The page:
ZFIN ID: ZDB-PUB-961014-389
Cell-autonomous shift from axial to paraxial mesodermal development in zebrafish floating head mutants
Halpern, M.E., Thisse, C., Ho, R.K., Thisse, B., Riggleman, B., Trevarrow, B., Weinberg, E.S., Postlethwait, J.H., and Kimmel, C.B.
Date: 1995
Source: Development (Cambridge, England)   121: 4257-4264 (Journal)
Registered Authors: Halpern, Marnie E., Ho, Robert K., Kimmel, Charles B., Postlethwait, John H., Riggleman, Bob, Thisse, Bernard, Thisse, Christine, Trevarrow, Bill, Weinberg, Eric
Keywords: none
MeSH Terms:
  • Animals
  • Cell Lineage
  • Gastrula/physiology
  • Gene Expression Regulation, Developmental*
  • Genes*
  • In Situ Hybridization
  • Mesoderm/physiology*
  • Morphogenesis
  • Muscles/embryology
  • Mutation
  • Notochord/physiology*
  • Zebrafish/embryology*
  • Zebrafish/genetics
PubMed: 8575325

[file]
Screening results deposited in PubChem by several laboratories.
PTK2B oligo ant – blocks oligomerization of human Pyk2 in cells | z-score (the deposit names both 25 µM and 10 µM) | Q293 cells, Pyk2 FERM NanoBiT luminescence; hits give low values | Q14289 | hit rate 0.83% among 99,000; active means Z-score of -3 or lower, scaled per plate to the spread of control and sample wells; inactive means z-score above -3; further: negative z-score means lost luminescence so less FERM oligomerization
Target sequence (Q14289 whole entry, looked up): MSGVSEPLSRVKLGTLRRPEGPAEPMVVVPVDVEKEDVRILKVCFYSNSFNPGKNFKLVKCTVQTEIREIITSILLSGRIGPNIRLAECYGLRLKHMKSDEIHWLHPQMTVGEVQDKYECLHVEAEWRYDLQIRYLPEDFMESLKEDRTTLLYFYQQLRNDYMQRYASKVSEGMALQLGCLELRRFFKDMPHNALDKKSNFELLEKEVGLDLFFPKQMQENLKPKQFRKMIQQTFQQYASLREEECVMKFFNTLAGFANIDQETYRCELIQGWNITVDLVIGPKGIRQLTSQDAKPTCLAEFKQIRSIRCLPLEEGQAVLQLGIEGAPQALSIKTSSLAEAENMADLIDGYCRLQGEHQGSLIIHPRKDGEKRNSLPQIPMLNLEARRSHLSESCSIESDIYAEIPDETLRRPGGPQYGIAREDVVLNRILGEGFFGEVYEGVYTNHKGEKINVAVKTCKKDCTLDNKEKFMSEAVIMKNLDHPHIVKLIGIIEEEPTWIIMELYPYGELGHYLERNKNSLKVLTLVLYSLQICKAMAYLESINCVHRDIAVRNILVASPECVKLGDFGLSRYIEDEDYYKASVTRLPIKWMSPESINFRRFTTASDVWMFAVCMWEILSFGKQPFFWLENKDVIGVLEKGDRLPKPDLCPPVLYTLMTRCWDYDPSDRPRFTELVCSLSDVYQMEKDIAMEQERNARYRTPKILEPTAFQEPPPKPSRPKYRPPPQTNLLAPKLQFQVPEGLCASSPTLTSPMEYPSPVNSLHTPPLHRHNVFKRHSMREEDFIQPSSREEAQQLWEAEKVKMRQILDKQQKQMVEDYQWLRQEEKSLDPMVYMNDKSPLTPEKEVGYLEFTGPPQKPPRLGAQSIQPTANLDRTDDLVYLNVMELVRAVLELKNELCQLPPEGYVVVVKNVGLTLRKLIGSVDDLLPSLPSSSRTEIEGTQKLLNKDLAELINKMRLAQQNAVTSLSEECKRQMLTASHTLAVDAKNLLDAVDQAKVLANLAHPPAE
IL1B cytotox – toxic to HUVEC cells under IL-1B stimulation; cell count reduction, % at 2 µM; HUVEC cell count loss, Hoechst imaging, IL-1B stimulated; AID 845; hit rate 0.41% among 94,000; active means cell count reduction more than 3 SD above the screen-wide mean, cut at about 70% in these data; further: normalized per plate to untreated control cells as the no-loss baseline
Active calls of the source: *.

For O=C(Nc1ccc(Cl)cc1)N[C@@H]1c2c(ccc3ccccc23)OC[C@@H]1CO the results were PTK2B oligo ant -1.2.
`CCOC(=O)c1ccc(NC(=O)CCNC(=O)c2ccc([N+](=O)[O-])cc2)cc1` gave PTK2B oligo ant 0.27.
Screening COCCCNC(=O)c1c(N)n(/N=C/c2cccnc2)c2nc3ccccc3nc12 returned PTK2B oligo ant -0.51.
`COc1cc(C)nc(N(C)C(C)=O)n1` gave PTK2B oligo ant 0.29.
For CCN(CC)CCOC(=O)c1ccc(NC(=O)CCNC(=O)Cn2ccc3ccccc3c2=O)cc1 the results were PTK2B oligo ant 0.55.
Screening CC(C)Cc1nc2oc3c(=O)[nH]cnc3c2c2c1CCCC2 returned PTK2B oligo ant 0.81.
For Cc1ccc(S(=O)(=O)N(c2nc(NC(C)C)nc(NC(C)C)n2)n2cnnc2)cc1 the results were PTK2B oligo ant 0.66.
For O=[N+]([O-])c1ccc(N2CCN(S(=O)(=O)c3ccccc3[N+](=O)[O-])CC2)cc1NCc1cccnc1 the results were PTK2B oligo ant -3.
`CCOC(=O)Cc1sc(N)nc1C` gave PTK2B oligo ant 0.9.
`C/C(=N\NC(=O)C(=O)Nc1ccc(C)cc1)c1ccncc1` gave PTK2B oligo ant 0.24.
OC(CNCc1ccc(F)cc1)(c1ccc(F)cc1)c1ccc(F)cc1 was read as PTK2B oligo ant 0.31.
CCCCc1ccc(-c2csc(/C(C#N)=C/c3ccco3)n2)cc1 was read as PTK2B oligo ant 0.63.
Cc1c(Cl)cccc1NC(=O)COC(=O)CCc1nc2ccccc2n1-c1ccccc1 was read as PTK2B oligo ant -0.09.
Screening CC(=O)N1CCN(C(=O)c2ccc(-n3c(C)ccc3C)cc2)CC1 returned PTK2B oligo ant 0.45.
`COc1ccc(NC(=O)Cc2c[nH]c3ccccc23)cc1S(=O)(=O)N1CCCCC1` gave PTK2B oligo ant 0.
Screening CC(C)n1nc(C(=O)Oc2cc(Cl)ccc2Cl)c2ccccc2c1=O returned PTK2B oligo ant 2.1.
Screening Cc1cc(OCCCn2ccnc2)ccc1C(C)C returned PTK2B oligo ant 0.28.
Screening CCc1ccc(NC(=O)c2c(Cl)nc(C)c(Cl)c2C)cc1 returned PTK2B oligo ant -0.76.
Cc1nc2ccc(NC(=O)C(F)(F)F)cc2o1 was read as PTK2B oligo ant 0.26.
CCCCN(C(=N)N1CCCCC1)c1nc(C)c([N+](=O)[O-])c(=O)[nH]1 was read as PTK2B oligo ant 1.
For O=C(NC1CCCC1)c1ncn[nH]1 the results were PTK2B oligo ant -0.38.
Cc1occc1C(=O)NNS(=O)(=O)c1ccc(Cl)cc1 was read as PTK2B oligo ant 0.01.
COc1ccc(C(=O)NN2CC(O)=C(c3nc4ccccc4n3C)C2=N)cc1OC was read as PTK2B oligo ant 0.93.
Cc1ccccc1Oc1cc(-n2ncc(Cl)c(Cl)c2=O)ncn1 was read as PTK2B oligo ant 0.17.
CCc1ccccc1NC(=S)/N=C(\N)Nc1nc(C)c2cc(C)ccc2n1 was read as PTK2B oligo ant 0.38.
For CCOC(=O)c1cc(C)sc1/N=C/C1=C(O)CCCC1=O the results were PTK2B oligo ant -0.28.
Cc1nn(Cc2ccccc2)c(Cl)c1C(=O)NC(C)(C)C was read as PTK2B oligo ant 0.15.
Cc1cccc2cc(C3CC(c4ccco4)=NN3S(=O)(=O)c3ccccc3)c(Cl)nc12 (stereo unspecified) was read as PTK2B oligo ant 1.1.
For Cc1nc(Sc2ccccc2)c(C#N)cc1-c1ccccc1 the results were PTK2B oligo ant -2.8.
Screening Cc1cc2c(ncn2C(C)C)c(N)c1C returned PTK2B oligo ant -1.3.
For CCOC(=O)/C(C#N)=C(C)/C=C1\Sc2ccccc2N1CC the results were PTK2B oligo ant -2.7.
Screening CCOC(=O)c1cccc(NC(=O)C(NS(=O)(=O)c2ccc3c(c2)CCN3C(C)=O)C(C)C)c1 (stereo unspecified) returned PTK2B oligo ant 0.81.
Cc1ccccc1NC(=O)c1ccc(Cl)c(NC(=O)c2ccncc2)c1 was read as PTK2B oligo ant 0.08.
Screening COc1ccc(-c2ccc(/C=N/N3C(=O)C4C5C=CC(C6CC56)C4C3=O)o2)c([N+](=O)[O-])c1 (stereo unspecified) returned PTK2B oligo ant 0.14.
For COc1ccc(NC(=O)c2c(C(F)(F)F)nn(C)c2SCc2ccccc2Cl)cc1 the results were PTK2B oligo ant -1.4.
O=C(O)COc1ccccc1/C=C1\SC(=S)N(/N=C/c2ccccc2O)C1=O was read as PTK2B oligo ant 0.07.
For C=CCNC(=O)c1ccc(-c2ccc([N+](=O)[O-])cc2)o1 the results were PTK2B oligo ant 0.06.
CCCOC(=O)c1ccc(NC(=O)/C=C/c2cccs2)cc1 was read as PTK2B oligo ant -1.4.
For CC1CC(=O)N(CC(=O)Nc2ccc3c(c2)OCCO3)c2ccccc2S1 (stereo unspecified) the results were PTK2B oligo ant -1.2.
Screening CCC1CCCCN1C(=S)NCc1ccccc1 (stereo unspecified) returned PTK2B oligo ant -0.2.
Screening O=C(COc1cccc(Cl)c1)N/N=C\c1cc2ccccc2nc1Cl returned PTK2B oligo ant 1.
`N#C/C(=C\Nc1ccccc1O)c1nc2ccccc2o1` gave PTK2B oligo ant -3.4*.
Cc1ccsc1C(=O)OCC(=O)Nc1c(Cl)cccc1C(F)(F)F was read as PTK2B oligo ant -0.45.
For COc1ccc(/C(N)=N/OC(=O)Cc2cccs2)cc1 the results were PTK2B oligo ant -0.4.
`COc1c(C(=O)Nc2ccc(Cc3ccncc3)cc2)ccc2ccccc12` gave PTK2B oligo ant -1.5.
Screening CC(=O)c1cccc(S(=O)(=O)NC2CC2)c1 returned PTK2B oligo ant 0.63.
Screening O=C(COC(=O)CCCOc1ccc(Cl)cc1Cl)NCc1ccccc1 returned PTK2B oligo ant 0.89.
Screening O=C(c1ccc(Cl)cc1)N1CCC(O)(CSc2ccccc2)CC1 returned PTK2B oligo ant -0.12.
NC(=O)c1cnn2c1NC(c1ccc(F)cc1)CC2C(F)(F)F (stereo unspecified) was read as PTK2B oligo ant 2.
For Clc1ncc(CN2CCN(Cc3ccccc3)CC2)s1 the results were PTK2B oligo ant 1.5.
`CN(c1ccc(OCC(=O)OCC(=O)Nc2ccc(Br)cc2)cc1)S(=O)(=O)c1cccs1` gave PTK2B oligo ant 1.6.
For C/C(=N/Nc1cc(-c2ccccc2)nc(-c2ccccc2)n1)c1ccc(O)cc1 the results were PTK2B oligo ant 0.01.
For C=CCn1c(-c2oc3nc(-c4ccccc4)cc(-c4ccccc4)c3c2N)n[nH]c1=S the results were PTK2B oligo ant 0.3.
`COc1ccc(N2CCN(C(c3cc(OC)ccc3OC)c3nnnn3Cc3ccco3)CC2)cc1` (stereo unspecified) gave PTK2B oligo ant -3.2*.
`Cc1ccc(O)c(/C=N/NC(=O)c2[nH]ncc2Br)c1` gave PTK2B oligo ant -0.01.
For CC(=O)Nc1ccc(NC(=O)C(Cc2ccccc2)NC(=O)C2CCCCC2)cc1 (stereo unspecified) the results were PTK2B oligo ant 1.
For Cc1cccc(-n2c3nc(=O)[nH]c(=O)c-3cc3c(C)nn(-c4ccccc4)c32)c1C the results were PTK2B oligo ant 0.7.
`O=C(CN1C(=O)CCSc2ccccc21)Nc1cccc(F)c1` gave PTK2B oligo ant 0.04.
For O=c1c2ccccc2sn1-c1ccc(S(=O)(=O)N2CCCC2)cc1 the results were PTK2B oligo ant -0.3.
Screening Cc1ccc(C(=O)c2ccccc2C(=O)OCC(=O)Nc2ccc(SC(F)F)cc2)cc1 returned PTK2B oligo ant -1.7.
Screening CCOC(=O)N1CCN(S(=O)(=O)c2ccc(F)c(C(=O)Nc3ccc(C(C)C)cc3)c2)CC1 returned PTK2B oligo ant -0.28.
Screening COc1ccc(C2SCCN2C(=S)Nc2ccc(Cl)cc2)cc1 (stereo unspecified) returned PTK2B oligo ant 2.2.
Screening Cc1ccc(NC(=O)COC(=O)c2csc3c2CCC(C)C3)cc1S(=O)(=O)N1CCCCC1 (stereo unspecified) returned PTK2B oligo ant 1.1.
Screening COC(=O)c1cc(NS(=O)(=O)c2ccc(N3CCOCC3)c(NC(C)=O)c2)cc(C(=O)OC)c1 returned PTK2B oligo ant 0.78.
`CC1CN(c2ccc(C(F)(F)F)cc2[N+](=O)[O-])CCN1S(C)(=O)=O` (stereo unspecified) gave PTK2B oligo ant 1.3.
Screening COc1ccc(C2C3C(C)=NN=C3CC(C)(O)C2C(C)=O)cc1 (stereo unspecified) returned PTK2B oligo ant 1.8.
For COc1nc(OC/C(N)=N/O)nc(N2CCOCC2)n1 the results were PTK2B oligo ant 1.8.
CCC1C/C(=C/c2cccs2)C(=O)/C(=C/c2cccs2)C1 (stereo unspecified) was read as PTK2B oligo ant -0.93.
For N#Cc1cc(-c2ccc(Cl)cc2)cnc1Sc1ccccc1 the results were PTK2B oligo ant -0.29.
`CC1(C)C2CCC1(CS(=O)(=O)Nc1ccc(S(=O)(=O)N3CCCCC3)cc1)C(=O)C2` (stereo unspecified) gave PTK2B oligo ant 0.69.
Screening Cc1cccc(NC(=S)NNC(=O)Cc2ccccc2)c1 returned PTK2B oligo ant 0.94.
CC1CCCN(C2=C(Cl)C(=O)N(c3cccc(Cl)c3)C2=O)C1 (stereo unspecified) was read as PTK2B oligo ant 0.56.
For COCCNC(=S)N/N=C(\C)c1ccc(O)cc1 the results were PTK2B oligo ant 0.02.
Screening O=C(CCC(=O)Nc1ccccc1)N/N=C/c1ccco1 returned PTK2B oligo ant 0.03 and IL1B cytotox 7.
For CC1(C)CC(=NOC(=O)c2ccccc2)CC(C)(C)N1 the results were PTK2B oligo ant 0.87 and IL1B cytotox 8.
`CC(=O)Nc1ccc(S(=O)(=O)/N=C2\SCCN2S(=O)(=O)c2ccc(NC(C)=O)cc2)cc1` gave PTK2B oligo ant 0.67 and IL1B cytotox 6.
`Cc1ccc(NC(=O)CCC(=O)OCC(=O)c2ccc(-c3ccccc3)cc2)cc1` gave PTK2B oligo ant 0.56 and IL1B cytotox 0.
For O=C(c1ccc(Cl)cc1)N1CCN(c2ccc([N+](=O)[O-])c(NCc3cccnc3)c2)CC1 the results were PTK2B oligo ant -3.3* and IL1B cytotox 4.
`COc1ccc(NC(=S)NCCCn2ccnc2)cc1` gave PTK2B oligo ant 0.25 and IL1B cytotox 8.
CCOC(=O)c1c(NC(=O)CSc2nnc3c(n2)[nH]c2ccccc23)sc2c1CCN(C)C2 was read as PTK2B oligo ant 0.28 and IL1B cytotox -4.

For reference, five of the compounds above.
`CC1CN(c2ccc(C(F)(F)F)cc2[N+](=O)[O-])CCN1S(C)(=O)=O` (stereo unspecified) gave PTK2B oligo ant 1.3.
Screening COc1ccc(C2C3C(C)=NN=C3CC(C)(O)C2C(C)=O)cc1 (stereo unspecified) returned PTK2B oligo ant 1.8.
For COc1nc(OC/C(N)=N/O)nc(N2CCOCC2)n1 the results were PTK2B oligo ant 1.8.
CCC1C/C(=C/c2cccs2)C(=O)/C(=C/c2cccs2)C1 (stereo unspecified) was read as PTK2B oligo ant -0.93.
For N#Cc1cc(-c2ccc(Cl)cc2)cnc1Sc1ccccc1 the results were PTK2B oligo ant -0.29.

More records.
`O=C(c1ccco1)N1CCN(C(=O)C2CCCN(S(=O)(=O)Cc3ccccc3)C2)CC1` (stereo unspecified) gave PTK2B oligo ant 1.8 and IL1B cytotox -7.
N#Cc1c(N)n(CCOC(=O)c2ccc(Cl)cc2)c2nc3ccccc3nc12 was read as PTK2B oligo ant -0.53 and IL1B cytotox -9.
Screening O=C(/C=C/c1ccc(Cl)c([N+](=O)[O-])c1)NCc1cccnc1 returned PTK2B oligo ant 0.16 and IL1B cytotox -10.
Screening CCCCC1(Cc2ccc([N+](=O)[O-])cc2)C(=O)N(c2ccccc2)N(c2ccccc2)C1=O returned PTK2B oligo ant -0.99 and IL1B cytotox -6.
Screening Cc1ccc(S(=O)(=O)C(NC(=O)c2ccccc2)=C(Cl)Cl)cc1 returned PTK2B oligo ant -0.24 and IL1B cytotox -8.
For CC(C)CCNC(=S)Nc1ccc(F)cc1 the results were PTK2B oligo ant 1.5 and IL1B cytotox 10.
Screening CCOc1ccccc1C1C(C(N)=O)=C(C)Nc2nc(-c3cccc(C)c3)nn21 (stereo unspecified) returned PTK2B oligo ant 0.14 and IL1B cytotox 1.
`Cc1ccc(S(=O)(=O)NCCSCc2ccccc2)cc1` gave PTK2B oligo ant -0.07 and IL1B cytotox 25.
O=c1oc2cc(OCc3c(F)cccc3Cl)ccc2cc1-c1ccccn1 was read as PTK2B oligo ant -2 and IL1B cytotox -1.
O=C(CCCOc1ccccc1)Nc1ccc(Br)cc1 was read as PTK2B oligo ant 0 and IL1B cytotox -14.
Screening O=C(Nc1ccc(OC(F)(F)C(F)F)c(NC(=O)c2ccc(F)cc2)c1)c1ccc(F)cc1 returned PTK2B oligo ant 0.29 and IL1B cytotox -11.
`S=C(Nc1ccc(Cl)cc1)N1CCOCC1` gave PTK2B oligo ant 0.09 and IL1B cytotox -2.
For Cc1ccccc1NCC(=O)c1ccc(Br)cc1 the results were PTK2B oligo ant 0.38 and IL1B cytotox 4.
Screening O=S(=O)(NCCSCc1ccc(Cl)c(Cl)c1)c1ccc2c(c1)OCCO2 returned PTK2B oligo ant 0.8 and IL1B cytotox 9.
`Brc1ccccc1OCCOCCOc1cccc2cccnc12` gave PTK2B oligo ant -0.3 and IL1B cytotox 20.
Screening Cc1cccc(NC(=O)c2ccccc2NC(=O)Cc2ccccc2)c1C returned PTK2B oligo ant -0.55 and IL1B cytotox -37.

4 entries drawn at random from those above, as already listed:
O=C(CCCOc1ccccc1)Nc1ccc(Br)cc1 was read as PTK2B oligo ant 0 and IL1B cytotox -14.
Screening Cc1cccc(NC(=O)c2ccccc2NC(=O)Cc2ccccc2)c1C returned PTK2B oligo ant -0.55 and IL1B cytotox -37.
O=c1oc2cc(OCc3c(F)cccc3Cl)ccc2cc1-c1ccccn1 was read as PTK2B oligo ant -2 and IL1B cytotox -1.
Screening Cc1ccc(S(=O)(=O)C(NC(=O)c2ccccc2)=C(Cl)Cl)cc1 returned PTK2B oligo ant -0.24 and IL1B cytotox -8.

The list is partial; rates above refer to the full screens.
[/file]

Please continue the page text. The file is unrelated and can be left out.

Zebrafish floating head mutant embryos lack notochord and develop somitic muscle in its place. This may result from incorrect specification of the notochord domain at gastrulation, or from respecification of notochord progenitors to form muscle. In genetic mosaics, floating head acts cell autonomously. Transplanted wild-type cells differentiate into notochord in mutant hosts; however, cells from floating head mutant donors produce muscle rather than notochord in wild-type hosts. Consistent with respecification, markers of axial mesoderm are initially expressed in floating head mutant gastrulas, but expression does not persist. Axial cells also inappropriately express markers of paraxial mesoderm. Thus, single cells in the mutant midline transiently co-express genes that are normally specific to either axial or paraxial mesoderm. Since floating head mutants produce some floor plate in the ventral neural tube, midline mesoderm may also retain early signaling capabilities. Our results suggest that wild- type floating head provides an essential step in maintaining, rather than initiating, development of notochord-forming axial mesoderm.